Govt, IMF yet to agree on debt position


THE government and the International Monetary Fund (IMF) are yet to reach a consensus on the country’s debt portfolio, which is necessary for a fund-assisted programme to resuscitate the economy.

The IMF said in a statement issued on October 7 that a Debt Sustainability Analysis (DSA) that started in August was yet to be concluded.

It, however, expressed the hope that further progress would be made in the coming days as the negotiations continued in Washington D.C. during the IMF/World Bank meetings.

Separately, the Finance Minister, Ken Ofori-Atta, said in Accra that the two sides were making headway on the numbers.


The IMF statement, issued by the fund’s Mission Chief to Ghana, Stéphane Roudet, followed the conclusion of the first round of negotiations in Accra.

Mr Roudet led the IMF team.

The 10-day negotiations aimed at securing a fund-assisted programme to stabilise the economy, re-anchor growth and protect the vulnerable against the economic challenges, the statement said.

The mission chief said the fund re-affirmed its commitment to supporting Ghana in these challenging times, consistent with the IMF’s policies.

Programme request

Ghana requested a fund-assisted programme in July in a sharp contrast to its earlier stance occasioned by heightened deterioration of macro-prudential indicators, including soaring inflation, a falling cedi and growing public debt.

While inflation and the cedi depreciation ended September at 33.9 per cent and about 37 per cent respectively, the World Bank estimates that the public debt will envelop total economic production by December 2021.

The bank said in its Africa Pulse released this week that debt to GDP would peak at 104 per cent.

Debt analysis

In the statement issued by the IMF Mission, the fund reiterated that the DSA was underway.

It said the team would return to Washington, D.C. to advance its technical work.

“This includes making further progress on assessing Ghana’s debt sustainability.

“The discussions with the authorities will also continue in the weeks ahead, including during the upcoming annual meetings that will be convened at IMF headquarters,” the statement said.

The result of the DSA is needed to ensure that the country’s debt is sustainable – a pre-requisite to an IMF-supported programme.

Point of understanding

On the negotiations, Mr Ofori-Atta said discussions had been collaborative, with the government and the IMF now at a point of understanding the debt.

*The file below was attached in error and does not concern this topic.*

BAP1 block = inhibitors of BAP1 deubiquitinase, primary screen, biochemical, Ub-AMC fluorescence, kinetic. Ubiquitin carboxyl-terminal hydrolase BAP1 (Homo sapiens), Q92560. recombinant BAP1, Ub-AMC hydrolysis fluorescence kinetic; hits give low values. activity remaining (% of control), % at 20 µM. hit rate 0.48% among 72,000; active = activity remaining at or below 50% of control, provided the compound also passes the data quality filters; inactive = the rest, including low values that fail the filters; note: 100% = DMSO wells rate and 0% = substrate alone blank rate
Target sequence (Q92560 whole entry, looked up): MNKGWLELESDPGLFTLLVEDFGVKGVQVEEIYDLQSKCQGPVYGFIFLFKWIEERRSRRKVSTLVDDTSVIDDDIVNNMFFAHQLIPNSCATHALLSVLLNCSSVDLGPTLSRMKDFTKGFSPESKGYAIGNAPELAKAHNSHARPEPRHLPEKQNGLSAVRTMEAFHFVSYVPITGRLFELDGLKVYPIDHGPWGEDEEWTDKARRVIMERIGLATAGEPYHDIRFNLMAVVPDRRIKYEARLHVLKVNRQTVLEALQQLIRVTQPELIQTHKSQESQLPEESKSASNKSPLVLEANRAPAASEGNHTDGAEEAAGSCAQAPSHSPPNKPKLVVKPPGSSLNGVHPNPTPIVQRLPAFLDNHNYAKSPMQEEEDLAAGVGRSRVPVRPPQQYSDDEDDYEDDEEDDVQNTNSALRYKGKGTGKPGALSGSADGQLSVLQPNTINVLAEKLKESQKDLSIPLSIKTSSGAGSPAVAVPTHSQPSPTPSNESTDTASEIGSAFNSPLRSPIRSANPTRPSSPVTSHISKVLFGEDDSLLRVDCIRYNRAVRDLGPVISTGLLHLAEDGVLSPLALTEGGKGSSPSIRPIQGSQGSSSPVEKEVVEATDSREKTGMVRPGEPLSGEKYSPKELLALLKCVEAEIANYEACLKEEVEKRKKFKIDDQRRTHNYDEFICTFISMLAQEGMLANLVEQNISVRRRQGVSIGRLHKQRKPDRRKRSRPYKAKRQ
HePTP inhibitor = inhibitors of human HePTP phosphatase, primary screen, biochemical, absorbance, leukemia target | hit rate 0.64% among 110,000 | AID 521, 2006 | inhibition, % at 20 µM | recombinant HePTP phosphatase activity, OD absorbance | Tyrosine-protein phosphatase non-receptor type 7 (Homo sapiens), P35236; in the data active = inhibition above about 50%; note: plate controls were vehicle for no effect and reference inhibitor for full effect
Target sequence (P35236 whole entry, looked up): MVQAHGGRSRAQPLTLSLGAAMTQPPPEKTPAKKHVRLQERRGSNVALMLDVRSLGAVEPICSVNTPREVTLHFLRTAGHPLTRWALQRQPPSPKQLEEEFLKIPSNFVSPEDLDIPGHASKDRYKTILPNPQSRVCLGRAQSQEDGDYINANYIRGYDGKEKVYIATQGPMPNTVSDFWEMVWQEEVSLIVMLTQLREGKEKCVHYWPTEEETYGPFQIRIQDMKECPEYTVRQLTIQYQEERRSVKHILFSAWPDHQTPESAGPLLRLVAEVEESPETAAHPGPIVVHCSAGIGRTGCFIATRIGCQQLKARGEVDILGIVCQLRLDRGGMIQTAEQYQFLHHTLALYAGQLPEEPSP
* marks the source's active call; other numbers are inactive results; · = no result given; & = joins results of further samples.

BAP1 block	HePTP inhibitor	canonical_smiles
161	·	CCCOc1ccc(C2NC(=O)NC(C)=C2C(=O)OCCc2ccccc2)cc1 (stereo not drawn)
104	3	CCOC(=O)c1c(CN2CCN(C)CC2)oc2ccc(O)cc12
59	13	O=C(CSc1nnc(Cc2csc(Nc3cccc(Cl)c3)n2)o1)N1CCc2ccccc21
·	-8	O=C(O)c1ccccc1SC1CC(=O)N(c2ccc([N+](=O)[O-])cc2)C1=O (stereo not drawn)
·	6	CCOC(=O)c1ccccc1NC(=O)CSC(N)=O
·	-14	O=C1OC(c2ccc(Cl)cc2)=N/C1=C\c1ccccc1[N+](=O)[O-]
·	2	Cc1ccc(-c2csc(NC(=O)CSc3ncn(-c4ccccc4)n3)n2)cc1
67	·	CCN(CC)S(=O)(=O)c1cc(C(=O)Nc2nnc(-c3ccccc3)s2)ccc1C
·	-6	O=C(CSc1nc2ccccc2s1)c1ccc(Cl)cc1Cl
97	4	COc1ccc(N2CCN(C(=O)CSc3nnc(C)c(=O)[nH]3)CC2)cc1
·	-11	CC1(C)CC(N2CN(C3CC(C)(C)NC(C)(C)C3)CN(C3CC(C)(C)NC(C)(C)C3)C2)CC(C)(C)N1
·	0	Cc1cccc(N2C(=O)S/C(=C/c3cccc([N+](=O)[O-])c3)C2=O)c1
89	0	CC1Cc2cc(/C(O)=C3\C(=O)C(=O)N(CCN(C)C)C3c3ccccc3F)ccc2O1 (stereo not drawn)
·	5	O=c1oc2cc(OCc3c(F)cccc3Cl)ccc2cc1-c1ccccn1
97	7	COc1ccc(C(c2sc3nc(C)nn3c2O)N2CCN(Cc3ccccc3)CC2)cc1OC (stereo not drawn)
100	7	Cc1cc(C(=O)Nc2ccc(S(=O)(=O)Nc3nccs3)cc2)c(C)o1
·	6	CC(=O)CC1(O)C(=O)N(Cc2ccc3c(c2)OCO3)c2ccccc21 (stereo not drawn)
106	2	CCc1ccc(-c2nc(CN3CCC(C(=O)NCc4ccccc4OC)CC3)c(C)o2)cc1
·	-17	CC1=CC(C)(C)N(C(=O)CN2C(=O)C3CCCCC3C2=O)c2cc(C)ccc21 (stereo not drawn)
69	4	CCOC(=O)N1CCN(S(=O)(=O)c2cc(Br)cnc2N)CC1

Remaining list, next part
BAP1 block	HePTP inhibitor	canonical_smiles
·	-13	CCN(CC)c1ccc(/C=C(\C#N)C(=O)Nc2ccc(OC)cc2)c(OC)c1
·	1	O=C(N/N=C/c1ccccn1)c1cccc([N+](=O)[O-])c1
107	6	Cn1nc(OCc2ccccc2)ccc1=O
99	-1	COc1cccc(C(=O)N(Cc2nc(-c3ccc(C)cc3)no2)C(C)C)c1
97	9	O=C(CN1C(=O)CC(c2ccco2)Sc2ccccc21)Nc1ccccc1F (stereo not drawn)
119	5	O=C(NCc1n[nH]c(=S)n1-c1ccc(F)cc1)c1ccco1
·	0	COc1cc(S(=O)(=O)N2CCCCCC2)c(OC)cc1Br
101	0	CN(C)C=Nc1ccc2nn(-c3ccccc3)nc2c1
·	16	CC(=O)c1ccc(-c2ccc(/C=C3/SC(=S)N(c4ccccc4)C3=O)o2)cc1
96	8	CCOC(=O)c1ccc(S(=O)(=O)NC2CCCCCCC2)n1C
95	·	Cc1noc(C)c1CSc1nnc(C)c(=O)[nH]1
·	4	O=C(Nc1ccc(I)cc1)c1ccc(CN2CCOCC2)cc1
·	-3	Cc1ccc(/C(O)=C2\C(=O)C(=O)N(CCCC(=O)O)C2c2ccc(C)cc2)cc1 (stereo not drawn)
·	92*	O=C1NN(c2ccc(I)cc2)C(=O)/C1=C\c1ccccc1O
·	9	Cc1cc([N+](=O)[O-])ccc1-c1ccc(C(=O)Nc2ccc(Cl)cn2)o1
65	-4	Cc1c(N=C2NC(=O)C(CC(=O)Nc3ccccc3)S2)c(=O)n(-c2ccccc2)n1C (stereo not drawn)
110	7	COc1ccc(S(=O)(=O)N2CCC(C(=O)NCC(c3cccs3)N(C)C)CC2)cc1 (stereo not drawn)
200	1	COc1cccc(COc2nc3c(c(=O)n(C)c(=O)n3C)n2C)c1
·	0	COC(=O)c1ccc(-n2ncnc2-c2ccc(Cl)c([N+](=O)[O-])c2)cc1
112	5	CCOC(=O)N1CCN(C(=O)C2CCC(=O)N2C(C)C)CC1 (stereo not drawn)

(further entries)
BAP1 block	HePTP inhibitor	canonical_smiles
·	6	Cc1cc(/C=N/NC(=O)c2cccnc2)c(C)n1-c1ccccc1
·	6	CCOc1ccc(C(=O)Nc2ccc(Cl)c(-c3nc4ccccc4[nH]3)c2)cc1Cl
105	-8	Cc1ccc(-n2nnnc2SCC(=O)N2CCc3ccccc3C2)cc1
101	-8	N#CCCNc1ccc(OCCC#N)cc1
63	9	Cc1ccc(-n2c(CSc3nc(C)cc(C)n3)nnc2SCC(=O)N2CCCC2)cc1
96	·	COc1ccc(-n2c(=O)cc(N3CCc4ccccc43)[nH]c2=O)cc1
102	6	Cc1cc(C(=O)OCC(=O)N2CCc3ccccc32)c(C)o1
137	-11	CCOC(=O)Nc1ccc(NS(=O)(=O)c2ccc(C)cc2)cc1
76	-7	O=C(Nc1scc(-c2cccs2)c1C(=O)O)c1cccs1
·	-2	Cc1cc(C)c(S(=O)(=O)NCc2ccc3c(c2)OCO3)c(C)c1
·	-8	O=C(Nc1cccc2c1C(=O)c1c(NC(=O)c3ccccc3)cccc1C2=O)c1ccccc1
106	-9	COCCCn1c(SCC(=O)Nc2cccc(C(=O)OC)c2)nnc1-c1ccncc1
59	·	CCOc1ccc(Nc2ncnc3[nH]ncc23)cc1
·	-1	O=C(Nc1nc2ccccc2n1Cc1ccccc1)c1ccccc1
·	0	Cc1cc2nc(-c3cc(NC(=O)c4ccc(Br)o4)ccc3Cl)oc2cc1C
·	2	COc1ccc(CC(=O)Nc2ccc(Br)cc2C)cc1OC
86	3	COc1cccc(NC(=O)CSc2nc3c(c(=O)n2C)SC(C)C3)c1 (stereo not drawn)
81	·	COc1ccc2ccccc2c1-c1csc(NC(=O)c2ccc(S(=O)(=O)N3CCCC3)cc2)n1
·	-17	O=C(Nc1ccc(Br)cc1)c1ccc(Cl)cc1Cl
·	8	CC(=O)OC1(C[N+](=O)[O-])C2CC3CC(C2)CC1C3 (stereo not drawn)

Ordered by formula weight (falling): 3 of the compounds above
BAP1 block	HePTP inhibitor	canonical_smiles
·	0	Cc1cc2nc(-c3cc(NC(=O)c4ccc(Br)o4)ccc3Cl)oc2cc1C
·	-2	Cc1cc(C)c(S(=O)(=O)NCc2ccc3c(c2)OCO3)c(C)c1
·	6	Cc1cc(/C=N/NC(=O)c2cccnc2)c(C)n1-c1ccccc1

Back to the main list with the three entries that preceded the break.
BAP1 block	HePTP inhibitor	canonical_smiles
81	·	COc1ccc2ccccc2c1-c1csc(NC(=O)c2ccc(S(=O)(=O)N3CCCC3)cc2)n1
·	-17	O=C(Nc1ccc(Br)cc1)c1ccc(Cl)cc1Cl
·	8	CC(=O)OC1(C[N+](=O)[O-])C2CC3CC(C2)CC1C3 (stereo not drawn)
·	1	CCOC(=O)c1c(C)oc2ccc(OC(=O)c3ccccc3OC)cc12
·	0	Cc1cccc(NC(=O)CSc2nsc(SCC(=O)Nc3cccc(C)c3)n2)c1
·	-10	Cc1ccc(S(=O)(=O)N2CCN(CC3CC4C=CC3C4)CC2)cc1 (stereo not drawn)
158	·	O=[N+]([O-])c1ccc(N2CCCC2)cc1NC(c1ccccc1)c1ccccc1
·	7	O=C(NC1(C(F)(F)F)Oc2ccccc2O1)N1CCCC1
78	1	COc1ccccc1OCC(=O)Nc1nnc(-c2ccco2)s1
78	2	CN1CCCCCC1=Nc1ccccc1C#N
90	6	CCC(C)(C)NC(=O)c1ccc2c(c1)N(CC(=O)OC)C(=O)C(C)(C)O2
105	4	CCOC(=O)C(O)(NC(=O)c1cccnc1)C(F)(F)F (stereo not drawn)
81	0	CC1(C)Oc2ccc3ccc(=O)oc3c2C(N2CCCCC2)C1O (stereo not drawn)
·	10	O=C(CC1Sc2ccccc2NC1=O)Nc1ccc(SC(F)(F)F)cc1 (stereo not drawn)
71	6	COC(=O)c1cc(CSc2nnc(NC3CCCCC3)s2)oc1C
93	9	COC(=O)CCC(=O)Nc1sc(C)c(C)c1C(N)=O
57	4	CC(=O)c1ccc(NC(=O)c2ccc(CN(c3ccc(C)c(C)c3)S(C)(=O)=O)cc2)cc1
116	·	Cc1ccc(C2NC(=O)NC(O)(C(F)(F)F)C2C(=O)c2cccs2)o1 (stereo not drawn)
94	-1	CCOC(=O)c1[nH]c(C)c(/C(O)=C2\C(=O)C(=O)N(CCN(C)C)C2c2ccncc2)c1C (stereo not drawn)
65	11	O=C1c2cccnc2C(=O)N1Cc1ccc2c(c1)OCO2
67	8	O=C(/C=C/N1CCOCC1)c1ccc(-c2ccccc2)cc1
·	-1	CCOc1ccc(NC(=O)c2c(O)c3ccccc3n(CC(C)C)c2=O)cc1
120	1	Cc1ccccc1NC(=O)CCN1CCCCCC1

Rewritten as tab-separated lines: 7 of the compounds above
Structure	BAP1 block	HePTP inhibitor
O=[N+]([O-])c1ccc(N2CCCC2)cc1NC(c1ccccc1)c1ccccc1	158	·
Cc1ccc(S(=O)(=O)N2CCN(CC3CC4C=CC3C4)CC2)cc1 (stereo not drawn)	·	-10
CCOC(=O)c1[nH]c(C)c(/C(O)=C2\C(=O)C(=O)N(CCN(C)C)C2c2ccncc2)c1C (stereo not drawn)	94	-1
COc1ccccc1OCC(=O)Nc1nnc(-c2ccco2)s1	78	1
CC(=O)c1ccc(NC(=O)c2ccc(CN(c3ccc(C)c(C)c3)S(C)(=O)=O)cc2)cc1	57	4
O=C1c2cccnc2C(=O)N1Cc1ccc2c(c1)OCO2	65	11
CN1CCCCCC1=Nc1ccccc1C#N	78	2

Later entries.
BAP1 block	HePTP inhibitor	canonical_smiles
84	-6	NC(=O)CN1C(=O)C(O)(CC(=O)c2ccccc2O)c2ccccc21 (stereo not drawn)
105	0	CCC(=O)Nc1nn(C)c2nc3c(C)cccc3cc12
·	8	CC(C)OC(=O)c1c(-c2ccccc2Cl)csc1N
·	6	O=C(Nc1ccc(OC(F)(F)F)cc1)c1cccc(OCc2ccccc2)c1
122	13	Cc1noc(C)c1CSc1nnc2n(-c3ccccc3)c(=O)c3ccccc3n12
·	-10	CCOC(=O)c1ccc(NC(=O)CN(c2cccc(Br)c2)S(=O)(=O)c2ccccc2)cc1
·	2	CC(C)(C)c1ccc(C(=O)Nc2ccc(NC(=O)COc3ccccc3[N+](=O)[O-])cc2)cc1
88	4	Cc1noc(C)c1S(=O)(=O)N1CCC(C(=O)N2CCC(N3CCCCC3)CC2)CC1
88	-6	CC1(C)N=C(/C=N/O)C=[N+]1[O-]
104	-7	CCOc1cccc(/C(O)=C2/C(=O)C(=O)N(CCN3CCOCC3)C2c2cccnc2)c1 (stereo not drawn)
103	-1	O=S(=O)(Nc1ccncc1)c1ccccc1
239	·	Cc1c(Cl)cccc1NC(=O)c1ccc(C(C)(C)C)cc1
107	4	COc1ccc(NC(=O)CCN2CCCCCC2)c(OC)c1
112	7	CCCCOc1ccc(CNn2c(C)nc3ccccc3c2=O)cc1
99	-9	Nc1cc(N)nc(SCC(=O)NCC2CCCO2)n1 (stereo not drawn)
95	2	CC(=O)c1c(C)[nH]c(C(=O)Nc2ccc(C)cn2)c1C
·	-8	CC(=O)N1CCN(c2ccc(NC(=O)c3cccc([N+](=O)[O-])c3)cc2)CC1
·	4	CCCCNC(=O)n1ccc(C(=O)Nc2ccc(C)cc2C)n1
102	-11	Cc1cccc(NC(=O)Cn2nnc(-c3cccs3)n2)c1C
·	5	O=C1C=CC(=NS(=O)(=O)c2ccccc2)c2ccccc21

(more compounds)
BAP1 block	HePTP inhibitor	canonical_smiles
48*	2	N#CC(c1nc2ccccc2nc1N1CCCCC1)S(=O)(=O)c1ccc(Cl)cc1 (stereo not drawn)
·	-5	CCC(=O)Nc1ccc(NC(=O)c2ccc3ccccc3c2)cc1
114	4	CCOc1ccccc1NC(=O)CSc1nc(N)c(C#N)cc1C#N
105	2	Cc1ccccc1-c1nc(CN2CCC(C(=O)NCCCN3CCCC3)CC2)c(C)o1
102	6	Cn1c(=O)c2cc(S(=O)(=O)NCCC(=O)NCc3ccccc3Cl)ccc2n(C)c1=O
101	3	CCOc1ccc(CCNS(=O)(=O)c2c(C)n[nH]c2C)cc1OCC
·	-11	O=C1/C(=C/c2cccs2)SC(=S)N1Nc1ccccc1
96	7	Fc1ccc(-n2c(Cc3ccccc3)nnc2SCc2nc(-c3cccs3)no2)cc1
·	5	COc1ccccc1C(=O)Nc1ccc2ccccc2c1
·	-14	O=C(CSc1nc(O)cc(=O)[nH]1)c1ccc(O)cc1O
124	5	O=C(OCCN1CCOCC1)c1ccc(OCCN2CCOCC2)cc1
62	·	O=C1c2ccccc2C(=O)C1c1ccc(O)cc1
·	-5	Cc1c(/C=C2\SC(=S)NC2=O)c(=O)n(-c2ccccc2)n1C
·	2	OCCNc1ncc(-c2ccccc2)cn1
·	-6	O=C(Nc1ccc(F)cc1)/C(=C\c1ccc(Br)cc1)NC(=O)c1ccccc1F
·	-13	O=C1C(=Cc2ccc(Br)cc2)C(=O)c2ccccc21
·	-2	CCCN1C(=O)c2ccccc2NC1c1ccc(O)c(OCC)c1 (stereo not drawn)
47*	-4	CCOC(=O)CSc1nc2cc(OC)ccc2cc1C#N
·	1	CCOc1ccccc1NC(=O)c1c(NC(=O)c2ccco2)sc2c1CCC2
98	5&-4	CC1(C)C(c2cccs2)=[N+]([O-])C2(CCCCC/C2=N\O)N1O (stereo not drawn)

“So, discussions have been very collaborative. I think we are getting to the point where we are understanding our DSA numbers and we will come through with what I believe will be termed as a historic deal,” he said.

The Finance Minister urged the public to support the efforts to stabilise the economy.

Area of focus

Meanwhile, the IMF described the discussions as constructive and focused on policies aimed at restoring macroeconomic stability and laying the foundation for stronger and more inclusive growth.

It said key areas of focus included ensuring public finance sustainability while protecting the vulnerable, bolstering the credibility of monetary and exchange rate policies to reduce inflation and rebuild external buffers and preserving financial sector stability.

It said the team also explored steps to encourage private investment and growth, including by improving governance, transparency and public sector efficiency.

People met

The statement said the IMF staff met with President Akufo-Addo, Vice-President Bawumia, Mr Ofori-Atta and the Bank of Ghana Governor, Dr Ernest Addison, and their teams.

It said the IMF team also met with the Parliament’s Finance Committee, as well as representatives from various government agencies, the Trades Union Congress, the private sector, civil society organisations and development partners.

It also expressed the gratitude of the staff to the authorities, private sector, civil society, development partners and other stakeholders for their constructive engagement and support during the discussions.


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